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Nassau recovery website, hotline; other business briefs


Nassau recovery site, hotline

The two-week-old Nassau County Business Recovery Center has launched a website and a 24-hour hotline to support its activities, Nassau County Executive Edward Mangano said Tuesday. The website,, includes contacts and online links to help businesses navigate federal and state disaster relief offerings. More than 250 businesses have made inquiries through email or the hotline. The center is housed in the offices of the Nassau County Industrial Development Agency. Financial assistance is available through the county's Local Enterprise Assistance and Development Services, or LEADS, which offers eligible businesses with 100 or fewer employees up to $99,000 in aid through a sales tax exemption on furniture, fixtures, equipment and materials purchased for reconstruction. The Nassau IDA administers the program, which requires applicants to pledge to rebuild within the county. Businesses can call 516-571-1745, or email for help. -- Sid Cassese


CEO: Cliff fears sap confidence

Fiscal brinkmanship in Washington is already affecting the U.S. economy as worried businesses invest less in equipment, Bank of America Corp. CEO Brian Moynihan said. U.S. lawmakers returned to the capital Tuesday with a seven-week deadline to agree on averting the so-called fiscal cliff -- scheduled tax hikes and budget cuts, set to take effect in January, which threaten to tip the nation into another recession. "That uncertainty continues to hold back the recovery," Moynihan said Tuesday at an investor conference in New York. The bank's clients need more clarity before they make investments, he said. Moynihan and CEOs of other major financial services companies sent a letter last month to President Barack Obama and members of Congress urging them to find a bipartisan solution. -- Reuters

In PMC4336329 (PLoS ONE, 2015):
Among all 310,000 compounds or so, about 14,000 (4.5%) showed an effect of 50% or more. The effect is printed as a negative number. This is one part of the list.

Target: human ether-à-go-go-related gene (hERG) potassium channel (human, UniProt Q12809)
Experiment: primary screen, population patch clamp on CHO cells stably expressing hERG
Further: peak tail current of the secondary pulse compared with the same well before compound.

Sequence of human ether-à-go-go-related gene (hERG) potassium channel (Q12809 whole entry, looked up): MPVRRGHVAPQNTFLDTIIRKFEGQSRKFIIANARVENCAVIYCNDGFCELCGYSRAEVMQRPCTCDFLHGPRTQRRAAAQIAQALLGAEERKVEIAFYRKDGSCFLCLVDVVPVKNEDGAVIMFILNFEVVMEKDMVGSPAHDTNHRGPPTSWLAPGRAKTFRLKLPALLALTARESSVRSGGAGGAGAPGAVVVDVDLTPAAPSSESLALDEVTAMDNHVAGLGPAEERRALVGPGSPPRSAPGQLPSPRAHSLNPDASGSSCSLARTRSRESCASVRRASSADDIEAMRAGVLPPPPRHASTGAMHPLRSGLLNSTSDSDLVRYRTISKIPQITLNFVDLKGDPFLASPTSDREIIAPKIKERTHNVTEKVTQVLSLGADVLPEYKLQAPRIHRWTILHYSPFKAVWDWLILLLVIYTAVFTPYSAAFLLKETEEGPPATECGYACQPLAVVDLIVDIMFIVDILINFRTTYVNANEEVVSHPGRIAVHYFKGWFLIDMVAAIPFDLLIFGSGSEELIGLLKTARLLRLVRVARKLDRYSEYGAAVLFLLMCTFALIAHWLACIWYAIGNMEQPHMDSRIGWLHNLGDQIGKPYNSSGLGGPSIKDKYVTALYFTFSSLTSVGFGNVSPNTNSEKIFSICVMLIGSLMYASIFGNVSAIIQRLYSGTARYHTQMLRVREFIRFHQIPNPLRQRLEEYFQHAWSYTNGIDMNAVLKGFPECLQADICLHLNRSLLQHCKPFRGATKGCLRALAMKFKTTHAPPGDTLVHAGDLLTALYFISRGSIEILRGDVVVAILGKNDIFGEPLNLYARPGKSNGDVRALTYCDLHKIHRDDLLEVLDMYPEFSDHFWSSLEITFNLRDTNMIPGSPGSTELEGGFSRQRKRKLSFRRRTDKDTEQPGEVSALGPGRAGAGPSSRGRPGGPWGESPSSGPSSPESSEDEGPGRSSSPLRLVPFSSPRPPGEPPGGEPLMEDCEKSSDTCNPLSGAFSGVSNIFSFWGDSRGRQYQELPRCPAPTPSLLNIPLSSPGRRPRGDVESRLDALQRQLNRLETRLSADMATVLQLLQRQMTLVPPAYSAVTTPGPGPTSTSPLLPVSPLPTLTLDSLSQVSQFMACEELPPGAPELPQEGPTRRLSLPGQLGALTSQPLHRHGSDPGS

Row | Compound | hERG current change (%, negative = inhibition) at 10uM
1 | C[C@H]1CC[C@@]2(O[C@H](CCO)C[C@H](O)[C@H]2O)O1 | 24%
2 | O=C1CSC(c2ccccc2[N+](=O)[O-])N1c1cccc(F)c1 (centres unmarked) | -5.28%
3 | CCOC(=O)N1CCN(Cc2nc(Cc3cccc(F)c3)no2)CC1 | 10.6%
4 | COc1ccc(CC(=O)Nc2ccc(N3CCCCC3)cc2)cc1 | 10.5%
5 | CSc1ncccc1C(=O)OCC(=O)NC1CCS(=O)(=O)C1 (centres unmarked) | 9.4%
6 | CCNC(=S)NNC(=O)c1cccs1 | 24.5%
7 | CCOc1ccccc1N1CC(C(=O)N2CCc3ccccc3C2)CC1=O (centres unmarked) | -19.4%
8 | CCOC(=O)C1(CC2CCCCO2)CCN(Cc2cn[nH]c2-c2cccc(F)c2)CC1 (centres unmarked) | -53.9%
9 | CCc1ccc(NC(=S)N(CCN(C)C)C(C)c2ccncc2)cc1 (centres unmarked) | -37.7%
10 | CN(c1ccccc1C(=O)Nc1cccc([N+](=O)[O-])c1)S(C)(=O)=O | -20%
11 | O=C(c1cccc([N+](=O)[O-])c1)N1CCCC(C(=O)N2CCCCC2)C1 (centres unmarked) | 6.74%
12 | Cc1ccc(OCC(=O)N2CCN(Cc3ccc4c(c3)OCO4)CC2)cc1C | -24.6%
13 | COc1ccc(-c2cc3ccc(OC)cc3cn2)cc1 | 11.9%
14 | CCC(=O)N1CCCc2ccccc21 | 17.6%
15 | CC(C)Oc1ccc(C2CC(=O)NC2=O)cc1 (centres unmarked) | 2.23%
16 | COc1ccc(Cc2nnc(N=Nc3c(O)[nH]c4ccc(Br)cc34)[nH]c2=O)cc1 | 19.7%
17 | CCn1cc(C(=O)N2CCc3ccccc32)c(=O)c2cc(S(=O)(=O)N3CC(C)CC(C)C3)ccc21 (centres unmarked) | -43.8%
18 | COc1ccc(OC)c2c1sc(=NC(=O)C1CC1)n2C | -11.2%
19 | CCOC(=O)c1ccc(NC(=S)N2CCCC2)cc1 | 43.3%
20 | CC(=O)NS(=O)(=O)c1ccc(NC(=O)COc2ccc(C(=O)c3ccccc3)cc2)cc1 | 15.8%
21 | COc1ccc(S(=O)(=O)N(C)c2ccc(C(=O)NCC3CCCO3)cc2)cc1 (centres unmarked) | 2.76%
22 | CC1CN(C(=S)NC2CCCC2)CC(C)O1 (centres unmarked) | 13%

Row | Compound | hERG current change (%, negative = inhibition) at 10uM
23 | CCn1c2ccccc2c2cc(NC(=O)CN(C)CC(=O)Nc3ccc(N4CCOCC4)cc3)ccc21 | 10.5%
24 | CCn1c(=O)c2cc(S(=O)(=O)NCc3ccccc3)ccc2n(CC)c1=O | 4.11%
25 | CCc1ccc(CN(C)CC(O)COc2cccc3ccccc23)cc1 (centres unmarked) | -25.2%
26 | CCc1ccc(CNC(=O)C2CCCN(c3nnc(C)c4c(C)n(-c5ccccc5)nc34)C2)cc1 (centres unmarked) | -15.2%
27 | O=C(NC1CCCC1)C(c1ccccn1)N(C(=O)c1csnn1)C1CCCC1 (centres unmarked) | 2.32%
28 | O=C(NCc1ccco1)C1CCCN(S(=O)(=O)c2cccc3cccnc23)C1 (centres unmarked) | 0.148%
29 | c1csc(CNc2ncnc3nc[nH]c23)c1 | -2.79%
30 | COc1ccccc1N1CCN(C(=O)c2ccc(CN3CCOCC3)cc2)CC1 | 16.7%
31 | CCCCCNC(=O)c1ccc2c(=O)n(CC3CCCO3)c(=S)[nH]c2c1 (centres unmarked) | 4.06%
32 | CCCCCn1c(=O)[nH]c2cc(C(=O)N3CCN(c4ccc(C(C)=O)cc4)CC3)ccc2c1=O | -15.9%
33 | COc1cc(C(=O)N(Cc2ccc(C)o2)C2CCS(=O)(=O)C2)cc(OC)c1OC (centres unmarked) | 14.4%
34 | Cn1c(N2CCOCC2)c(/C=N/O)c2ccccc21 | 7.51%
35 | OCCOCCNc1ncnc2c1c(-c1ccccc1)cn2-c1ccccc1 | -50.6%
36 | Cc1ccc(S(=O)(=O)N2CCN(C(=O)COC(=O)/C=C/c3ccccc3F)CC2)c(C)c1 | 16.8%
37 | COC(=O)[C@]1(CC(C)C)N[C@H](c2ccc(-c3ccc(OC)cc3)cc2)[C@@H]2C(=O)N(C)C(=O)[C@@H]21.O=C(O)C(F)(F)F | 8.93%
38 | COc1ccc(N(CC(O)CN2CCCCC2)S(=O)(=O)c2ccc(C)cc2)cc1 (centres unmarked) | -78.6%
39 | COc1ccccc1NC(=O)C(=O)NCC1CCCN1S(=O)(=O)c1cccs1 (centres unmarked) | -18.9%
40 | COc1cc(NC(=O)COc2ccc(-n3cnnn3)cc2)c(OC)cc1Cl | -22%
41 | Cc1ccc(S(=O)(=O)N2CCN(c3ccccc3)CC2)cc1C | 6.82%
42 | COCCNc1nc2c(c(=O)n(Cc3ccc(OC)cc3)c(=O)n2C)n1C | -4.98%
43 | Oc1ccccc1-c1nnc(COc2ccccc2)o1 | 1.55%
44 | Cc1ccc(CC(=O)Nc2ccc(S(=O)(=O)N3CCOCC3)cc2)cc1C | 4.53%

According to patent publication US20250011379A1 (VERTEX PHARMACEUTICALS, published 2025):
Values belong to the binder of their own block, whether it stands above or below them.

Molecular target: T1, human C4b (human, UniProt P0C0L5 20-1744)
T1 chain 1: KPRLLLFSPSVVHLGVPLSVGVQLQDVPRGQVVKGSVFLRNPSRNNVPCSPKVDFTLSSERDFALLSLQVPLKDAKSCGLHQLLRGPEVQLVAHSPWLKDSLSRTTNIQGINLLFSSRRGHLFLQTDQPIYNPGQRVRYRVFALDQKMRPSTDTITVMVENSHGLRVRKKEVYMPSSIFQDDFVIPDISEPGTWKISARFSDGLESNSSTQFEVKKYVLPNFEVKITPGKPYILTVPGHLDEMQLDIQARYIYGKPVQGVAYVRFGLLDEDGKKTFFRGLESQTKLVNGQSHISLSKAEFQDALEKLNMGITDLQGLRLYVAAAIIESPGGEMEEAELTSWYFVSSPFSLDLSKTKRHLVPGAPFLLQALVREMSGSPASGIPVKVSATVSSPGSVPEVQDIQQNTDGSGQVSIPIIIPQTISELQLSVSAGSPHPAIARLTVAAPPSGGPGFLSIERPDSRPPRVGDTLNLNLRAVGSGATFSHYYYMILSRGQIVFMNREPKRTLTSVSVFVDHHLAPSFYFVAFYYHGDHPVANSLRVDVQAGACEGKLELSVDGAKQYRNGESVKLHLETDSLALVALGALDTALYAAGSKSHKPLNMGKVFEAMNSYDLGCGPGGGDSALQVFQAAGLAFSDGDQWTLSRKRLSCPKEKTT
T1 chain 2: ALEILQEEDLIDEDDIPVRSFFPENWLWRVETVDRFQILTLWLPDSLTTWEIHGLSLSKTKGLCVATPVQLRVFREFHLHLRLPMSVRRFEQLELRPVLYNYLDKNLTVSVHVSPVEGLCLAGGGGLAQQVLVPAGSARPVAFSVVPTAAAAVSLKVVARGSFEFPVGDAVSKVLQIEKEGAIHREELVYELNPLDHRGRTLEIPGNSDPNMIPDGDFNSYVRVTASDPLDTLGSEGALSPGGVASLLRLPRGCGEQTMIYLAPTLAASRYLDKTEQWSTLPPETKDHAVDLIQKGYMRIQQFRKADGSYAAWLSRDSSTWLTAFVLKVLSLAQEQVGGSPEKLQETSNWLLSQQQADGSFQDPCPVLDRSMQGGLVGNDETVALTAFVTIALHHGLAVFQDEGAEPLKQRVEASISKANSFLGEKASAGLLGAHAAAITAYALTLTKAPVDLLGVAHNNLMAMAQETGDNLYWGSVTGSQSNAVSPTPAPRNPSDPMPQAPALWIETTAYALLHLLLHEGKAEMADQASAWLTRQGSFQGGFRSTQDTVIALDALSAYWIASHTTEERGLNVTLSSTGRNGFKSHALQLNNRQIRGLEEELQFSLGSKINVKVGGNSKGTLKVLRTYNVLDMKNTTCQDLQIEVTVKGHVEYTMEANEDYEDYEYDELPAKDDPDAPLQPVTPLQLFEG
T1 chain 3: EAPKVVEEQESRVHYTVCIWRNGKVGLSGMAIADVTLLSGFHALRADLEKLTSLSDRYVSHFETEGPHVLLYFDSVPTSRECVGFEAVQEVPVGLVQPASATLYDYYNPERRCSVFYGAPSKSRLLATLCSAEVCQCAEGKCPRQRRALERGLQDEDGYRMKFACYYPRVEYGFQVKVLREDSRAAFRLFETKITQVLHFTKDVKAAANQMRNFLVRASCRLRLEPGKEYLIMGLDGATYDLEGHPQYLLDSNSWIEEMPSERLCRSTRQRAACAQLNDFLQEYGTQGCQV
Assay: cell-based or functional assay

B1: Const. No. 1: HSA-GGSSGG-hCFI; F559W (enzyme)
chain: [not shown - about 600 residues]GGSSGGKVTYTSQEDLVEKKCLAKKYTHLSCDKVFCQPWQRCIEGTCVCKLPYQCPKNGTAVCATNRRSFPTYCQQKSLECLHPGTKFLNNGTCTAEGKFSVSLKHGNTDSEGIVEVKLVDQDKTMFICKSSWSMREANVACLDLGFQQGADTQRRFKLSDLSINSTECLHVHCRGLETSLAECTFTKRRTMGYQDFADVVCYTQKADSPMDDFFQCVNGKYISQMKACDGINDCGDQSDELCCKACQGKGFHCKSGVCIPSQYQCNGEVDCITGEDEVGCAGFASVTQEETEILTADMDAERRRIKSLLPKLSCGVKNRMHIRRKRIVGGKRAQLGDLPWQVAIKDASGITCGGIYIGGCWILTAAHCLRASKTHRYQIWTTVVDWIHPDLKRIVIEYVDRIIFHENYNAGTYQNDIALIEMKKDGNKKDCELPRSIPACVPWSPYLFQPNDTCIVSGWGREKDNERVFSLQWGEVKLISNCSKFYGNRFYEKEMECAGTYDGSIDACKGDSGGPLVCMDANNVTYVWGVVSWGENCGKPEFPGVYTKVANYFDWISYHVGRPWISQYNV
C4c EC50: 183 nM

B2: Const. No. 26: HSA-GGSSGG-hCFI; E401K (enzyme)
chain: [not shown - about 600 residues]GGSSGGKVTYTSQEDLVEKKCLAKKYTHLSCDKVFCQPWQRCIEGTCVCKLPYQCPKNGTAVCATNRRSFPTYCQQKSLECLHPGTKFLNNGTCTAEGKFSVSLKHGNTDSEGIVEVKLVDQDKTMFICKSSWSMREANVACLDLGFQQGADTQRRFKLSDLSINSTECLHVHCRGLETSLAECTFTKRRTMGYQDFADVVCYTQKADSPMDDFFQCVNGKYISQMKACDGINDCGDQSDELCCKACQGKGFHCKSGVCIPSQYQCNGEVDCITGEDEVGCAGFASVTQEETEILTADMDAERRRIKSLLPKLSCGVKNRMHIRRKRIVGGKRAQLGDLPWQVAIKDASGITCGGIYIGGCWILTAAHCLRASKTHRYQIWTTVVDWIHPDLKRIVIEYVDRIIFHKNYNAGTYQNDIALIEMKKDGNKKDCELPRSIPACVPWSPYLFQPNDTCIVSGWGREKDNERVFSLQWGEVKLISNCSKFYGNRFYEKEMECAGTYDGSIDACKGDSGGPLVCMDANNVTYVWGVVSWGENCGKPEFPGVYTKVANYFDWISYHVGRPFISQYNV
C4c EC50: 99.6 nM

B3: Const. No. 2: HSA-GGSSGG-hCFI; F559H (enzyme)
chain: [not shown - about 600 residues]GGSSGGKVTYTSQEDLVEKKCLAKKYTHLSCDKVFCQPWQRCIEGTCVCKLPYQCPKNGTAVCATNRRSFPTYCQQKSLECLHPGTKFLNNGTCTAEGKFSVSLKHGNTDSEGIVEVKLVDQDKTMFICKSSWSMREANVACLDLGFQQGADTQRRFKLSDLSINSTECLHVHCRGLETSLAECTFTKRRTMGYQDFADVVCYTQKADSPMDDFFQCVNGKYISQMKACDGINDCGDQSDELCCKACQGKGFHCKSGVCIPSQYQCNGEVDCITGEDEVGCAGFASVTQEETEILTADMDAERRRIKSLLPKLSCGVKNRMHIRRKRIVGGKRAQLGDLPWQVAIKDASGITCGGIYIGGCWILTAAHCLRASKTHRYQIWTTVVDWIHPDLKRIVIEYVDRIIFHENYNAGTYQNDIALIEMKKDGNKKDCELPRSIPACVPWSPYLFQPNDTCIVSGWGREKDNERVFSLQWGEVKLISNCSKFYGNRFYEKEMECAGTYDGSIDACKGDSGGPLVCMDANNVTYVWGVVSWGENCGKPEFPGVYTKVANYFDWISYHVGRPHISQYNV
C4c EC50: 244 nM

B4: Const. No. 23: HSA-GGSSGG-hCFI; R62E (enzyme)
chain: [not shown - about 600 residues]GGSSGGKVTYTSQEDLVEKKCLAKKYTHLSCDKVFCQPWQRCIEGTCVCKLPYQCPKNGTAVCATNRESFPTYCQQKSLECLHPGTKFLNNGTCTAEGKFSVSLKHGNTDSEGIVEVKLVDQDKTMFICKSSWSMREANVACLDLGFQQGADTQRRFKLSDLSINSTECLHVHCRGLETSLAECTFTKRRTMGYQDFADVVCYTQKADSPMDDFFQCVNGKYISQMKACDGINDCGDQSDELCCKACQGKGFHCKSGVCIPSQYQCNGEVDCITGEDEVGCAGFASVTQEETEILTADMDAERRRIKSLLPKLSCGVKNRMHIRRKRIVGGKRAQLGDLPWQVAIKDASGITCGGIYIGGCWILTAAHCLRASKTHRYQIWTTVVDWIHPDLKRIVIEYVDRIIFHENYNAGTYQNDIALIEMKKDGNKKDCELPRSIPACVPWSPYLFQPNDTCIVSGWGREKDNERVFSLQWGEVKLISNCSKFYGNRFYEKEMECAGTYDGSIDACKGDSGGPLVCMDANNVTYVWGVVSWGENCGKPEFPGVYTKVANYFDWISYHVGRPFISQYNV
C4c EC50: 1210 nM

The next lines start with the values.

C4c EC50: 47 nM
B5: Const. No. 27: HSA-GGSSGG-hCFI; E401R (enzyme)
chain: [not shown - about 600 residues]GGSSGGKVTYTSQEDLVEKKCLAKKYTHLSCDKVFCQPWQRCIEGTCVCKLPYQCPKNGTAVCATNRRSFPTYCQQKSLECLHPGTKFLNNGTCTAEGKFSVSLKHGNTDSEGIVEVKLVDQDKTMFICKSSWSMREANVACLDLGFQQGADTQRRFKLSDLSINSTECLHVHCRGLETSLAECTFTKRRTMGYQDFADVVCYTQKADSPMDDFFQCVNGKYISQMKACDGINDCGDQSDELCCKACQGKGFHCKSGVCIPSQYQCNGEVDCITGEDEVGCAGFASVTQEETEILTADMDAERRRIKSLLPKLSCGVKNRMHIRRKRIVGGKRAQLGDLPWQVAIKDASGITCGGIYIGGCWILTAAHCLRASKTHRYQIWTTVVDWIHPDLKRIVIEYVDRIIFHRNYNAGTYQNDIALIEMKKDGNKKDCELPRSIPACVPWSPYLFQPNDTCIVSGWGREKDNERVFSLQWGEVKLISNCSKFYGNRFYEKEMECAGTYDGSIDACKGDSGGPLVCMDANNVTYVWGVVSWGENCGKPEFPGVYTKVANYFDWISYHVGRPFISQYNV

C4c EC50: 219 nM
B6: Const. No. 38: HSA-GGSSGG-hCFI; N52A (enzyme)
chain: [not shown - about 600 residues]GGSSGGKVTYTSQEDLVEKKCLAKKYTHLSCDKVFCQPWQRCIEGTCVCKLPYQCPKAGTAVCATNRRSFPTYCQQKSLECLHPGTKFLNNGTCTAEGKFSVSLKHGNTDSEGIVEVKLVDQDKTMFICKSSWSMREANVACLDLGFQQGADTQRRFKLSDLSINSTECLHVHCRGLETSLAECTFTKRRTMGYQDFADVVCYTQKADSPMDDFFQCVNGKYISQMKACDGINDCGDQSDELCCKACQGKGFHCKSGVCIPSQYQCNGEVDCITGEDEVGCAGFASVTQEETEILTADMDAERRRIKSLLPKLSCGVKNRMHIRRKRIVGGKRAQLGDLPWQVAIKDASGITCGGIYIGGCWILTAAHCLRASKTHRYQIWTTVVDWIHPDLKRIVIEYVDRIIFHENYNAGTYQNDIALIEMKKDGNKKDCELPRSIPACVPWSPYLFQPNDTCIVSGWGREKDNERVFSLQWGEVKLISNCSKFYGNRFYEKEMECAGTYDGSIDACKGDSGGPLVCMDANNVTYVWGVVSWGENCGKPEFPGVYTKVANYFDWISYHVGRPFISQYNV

Best Buy tackles 'showrooming'

Best Buy's CEO says it's time to embrace "showrooming." Ten weeks into the job, Hubert Joly says the consumer electronics chain's results have been unsatisfactory and the company must work to stabilize sales trends and increase profitability. In a meeting with analysts Tuesday, he outlined a plan to cut costs, rethink store sizes and improve customer satisfaction in stores and online. He also says Best Buy must convert people who come into stores to "showroom" -- or check out products to buy them cheaper online -- into buyers. The struggling electronics chain, which is based in Minneapolis, tapped Joly in August to reverse a decline in its business. Competition is increasing from online stores and discounters, while the weak economy has sapped demand.

Fewer delinquent on mortgages

U.S. homeowners are doing a better job of keeping up with their mortgage payments, aided by an improving housing market and low interest rates that are making it easier to refinance. The percentage of mortgage holders at least two months behind on their payments fell in the third quarter to 5.41 percent, the lowest point in more than three years, credit reporting agency TransUnion said Tuesday. The rate was down from 5.49 percent in the second quarter and was nearly 8 percent below the 5.88 percent rate in the third quarter last year, the company said. The mortgage delinquency rate hasn't been this low since the first quarter of 2009. Still, it remains well above the 1 percent to 2 percent average historical range, an indication that many homeowners still are struggling to make their payments. Many homeowners changed the way they prioritize their financial obligations after the value of their homes plummeted with the housing crash. That has yet to change. "People used to pay their mortgage first, and now they pay their auto and their credit cards before their mortgage," said Tim Martin, group vice president of U.S. housing for TransUnion. -- AP


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